• PostgreSQL 11 Won't Ship With Its Faster JIT Support Enabled By Default

    One of the coolest innovations landing this year in PostgreSQL was LLVM-based JIT support to speed up database queries. But it's not going to be enabled by default in the upcoming PostgreSQL 11 release.

    This functionality relies upon LLVM for JIT compiling SQL queries rather than passing those queries to the PostgreSQL interpreter. These LLVM JIT'ed queries have led to more efficient code being generated and particularly help with more complex queries.

  • n2k18 Hackathon report: Ken Westerback (krw@) on disklabel(8) work, dhclient(8) progress

Security: Windows Back Doors, Rogue Kodi Add-on, and Baseband OS (Back Door) in iPhone

Filed under
Security
  • Illegally Released NSA Hacker Tool EternalBlue Being Used to Mine Cryptocurrency [Ed: Microsoft's collusion with NSA for back doors continues to serve crackers well, enriching them.]

    One Year After Their Illegal Release, the NSA’s Classified Exploits Are Still Being Used to Mine Crypto

    One year ago, the National Security Agency suffered one of the worst leaks in its history: a series of classified exploits built by the NSA were stolen and published online. Today, those exploits continue to be used to attack cryptocurrency miners worldwide.

    One of the exploits, called EternalBlue, is a particularly effective backdoor exploit. EternalBlue can be used to silently break into virtually any Windows machine in the world.

    Hackers have used EternalBlue to install ransomware on thousands of computers worldwide. Government organizations, corporations, and even entire towns have ground to a halt due to EternalBlue ransomware attacks.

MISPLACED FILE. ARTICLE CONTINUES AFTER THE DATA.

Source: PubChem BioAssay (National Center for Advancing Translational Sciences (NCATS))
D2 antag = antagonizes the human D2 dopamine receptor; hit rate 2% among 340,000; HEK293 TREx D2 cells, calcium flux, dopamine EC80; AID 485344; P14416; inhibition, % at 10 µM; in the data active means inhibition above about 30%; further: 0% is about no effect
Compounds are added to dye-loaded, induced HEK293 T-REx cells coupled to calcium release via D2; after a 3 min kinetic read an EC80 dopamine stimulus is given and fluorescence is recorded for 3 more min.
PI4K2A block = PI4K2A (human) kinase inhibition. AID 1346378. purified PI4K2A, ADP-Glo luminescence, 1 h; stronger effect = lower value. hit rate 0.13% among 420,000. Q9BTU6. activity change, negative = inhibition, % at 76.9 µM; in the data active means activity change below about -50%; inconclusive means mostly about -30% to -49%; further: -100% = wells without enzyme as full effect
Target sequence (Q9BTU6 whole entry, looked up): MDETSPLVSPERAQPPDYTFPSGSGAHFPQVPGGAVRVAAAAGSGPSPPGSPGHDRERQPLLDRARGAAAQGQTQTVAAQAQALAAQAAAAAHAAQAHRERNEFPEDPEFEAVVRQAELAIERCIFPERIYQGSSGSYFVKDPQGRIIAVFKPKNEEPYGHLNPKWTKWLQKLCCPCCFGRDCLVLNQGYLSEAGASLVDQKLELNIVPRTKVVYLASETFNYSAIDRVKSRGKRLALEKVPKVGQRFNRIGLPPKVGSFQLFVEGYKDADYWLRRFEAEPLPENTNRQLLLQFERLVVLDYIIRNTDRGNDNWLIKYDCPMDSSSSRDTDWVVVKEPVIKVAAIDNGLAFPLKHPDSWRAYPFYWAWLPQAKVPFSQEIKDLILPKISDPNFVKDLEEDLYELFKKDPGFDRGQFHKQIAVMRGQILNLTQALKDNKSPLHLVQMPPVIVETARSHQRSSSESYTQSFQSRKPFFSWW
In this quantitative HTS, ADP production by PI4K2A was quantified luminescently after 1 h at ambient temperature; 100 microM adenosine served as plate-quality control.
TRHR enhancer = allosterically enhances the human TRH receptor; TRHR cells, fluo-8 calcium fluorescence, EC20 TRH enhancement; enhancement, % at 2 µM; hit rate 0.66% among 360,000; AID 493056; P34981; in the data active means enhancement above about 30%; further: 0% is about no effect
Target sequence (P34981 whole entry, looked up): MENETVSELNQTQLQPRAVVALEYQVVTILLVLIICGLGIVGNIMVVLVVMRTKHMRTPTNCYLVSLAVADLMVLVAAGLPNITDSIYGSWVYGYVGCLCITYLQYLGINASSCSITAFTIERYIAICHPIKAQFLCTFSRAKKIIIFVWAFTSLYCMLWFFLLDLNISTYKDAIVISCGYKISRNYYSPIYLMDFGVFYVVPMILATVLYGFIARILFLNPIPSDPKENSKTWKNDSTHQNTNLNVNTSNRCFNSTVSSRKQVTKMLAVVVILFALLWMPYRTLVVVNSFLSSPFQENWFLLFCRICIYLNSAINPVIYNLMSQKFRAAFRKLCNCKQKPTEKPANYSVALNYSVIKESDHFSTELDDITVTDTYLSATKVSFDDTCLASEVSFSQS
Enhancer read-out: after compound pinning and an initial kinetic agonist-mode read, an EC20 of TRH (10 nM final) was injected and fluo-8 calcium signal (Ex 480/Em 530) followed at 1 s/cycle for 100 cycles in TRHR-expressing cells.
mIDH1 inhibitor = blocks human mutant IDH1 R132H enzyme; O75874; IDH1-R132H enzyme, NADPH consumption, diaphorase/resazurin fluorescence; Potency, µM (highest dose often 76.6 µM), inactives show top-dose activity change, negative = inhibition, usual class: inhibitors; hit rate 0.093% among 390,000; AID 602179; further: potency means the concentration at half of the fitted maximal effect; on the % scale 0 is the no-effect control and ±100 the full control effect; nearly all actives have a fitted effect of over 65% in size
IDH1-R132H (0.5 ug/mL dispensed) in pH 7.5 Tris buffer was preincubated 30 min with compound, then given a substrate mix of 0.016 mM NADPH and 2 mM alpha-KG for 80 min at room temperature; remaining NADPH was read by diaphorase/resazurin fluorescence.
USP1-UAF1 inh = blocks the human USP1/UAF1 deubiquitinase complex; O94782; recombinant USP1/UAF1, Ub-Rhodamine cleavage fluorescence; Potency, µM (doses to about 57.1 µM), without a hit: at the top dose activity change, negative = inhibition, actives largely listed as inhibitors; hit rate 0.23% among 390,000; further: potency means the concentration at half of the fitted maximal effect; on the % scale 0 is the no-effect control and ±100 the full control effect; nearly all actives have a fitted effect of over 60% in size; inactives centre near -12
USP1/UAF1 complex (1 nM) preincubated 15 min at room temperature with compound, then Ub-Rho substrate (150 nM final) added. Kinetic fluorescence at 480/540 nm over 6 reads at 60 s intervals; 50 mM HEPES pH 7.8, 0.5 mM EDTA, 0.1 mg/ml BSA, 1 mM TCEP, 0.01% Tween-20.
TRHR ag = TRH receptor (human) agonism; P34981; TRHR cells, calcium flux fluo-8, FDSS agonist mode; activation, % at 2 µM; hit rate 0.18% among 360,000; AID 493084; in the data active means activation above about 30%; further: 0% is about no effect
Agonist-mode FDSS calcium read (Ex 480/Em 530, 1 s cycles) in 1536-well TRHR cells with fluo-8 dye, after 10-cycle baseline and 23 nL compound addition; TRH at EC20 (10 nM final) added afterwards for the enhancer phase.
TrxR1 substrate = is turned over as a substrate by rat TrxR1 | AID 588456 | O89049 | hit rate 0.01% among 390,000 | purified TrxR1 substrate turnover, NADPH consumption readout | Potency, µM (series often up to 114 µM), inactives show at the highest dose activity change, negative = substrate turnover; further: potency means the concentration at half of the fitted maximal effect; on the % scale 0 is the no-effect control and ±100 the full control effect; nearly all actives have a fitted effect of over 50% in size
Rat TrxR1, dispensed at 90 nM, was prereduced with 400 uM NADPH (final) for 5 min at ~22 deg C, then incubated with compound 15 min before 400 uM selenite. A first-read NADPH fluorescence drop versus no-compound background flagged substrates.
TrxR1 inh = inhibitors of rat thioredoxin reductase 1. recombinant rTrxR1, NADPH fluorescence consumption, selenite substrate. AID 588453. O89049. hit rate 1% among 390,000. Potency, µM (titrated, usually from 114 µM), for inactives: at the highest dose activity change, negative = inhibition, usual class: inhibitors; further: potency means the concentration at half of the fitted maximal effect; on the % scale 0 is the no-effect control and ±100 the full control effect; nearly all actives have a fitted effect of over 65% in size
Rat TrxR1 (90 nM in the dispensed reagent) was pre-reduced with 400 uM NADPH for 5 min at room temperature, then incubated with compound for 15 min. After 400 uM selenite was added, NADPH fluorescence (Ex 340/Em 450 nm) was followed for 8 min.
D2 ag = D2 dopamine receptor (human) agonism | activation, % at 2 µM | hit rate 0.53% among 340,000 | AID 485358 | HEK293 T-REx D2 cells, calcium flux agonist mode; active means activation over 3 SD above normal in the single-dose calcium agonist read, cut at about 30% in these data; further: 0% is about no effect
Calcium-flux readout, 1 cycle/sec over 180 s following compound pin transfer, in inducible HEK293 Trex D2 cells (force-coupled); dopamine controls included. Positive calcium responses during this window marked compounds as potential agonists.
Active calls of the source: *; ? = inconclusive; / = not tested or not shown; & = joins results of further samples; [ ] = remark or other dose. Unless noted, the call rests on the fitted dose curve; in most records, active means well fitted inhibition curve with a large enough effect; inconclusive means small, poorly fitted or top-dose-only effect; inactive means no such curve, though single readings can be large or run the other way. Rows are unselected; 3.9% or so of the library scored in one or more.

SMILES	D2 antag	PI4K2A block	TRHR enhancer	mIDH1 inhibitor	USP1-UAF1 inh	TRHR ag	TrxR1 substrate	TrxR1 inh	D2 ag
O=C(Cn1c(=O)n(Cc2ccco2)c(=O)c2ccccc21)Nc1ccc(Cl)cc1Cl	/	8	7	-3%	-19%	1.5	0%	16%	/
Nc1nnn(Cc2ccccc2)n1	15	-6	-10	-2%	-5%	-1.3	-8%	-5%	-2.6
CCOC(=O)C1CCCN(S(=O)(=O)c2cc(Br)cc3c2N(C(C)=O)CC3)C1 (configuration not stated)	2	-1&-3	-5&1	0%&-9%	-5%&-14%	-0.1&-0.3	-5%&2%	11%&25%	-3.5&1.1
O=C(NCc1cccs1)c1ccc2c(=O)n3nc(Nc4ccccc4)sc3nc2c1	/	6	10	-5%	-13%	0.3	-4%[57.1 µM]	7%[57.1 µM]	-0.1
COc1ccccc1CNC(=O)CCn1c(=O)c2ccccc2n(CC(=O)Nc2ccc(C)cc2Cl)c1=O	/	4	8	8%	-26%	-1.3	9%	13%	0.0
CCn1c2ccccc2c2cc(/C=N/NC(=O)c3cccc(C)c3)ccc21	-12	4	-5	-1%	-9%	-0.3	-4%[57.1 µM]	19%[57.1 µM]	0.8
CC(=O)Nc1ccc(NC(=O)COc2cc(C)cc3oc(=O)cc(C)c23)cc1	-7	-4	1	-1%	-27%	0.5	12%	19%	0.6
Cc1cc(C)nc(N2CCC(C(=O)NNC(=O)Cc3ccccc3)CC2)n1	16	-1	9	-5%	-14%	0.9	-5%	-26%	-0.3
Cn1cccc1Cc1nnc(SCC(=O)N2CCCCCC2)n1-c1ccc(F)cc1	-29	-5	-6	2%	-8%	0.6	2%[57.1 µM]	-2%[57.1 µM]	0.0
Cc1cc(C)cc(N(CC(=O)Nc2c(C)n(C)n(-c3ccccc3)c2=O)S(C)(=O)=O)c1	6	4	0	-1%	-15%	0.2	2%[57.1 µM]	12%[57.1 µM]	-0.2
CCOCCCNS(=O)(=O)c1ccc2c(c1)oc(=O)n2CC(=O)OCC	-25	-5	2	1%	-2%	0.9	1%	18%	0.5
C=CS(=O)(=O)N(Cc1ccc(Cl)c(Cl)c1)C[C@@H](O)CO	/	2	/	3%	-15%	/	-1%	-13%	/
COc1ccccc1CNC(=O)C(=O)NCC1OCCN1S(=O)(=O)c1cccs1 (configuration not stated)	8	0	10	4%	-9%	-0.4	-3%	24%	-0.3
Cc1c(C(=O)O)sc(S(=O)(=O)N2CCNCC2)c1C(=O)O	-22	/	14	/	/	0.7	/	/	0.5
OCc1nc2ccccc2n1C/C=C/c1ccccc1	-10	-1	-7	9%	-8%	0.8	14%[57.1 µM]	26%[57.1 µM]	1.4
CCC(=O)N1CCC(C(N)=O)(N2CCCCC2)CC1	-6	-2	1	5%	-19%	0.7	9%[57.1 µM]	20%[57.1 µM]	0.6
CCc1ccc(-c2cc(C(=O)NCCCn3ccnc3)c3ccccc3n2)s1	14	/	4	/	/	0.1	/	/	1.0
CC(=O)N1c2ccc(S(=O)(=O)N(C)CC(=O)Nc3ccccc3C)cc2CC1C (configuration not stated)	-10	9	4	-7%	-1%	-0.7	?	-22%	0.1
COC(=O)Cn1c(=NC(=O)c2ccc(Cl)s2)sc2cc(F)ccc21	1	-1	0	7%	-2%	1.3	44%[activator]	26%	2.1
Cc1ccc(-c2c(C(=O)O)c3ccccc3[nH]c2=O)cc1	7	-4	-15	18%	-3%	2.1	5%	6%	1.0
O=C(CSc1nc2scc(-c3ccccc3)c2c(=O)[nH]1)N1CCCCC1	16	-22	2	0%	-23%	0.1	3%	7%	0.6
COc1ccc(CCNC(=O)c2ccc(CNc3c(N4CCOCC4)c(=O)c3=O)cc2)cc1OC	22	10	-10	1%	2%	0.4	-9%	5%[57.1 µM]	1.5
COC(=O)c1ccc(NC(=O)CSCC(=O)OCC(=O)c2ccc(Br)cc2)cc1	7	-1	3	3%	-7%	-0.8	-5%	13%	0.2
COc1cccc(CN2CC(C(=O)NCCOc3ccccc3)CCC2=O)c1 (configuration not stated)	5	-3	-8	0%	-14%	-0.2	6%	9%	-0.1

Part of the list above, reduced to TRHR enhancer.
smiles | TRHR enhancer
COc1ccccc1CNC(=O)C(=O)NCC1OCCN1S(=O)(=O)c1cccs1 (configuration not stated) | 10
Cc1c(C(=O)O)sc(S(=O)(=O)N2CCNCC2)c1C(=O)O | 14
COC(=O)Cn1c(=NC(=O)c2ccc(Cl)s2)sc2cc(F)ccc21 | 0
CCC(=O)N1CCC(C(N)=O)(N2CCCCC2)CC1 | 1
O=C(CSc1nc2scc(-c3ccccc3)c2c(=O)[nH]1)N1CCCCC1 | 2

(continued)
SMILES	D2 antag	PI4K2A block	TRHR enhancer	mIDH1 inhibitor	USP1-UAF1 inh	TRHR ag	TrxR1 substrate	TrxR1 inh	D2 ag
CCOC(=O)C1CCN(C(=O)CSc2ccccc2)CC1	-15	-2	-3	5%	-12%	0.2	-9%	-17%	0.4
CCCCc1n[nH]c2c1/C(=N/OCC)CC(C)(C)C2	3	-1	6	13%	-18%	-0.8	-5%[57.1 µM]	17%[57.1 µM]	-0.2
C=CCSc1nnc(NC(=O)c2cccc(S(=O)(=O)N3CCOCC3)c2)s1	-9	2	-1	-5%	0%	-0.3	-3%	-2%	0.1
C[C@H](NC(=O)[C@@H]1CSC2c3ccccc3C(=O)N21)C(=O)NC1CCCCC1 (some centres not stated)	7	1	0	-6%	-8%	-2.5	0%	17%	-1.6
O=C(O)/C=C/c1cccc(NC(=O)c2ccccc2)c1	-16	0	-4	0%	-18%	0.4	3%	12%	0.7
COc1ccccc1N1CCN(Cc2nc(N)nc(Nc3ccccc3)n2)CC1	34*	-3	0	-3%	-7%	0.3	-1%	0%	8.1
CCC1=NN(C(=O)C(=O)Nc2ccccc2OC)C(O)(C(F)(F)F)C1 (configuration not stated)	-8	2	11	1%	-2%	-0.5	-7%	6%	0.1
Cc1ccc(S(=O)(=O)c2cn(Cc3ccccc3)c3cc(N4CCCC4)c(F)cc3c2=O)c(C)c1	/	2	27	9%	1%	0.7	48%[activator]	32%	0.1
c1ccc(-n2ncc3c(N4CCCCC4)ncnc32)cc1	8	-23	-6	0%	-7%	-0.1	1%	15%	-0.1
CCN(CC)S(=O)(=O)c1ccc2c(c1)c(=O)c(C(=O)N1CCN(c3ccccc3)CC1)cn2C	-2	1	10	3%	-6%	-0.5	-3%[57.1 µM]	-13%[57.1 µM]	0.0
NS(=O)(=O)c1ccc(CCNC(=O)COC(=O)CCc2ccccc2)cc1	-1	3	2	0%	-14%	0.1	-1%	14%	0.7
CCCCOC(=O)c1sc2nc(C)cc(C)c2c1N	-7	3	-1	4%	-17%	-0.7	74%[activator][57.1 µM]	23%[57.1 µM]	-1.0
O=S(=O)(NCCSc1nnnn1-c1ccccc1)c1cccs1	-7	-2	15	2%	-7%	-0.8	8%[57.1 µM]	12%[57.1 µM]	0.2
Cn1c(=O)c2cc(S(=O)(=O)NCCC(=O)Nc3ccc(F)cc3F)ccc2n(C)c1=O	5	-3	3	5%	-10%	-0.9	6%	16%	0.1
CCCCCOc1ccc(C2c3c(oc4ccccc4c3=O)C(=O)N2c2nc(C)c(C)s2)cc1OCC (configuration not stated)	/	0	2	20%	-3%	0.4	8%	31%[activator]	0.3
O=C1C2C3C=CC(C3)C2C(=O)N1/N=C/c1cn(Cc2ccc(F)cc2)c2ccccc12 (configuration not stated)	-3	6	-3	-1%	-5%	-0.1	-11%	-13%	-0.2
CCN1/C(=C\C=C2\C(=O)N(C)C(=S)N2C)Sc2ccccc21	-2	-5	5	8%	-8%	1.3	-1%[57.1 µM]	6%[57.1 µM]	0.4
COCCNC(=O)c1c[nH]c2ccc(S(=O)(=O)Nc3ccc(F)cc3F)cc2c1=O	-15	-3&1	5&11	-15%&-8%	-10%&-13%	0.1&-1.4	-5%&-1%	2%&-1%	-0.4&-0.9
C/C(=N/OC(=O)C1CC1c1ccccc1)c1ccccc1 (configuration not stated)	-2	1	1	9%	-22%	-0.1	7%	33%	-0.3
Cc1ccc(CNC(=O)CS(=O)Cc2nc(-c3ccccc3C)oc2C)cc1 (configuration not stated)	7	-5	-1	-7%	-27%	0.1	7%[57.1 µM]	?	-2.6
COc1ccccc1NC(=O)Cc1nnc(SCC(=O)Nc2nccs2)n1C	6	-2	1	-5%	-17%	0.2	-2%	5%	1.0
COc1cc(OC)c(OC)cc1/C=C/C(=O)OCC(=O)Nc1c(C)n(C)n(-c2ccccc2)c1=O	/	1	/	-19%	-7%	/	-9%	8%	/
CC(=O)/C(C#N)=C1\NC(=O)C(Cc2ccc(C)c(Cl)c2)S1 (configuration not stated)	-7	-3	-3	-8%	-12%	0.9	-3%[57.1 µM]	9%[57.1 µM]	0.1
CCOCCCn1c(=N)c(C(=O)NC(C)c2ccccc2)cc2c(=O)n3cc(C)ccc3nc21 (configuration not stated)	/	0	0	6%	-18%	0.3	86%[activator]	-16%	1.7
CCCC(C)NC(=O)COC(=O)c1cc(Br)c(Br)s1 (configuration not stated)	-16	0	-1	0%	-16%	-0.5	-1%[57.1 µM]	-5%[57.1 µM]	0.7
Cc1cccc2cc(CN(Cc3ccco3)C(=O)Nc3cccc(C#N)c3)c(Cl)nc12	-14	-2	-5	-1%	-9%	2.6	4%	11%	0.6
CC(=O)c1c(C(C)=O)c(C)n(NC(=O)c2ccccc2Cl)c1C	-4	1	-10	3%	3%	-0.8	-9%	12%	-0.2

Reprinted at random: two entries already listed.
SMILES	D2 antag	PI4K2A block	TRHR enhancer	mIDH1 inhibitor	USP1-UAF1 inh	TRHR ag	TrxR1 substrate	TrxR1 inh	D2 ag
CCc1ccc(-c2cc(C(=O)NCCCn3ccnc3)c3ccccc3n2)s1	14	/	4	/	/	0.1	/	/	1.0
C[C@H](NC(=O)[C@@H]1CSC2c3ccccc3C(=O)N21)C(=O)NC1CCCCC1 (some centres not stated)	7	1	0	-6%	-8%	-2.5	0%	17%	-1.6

• Kodi users fall victim to malware due to malicious add-on
  • x86 finds its way into your iPhone

    The baseband cpu is a standalone core that lives in your phone and is responsible for managing 2g/3g/4g/cdma/5g wireless communications. Given the absurd complexity of these standards, today a baseband cpu must be very powerful and enough general purpose, so the days of custom FPGA based IPs are long gone, at least for the main part. A lot has been said and written about basebands on modern smartphones, so I won’t repeat it. For our purpose, you just need to know that usually basebands are implemented using embedded friendly CPUs, like for example ARM (Cortex-M, Cortex-R or something inbetween), Qualcomm Hexagon (a kind of general purpose, VLIW dsp) or other more or less known architectures.

    Apple is nothing special in this regard, up until the iPhone8/iPhoneX, they used to have two different basebands, one for CDMA markets and one for everything else. The CDMA one was based on Qualcomm Hexagon dsp, while the GSM one was based on Intel XMMxxxx architecture. For those that like to play around with iPhone firmwares, you might have seen MAVxxx and ICExxx files in the ipsw, well those two files contain the firmware respectively for Qualcomm based devices (MAV) and Intel based ones (ICE).

    As you may know, Apple decided to drop Qualcomm and now they’re using exclusively Intel based basebands, so we will concentrate on this.

Software: Release of Foundry, Ducktype, AION Wallet

Filed under
Software
  • Release of Foundry (previously known as rlife) 0.2.0

    These past weeks, I’ve been working a lot on my side project and I’ve made a new release of it. First of all, the project has been renamed “Foundry” (instead of “rlife”). I wanted to find a better name for this project and as this project is now actually based on Vulkan (that was my primary objective when I started it), I thought it would be a good idea to give a name related to it. Plus, there was no crates already named “Foundry”.

  • Ducktype parser extensions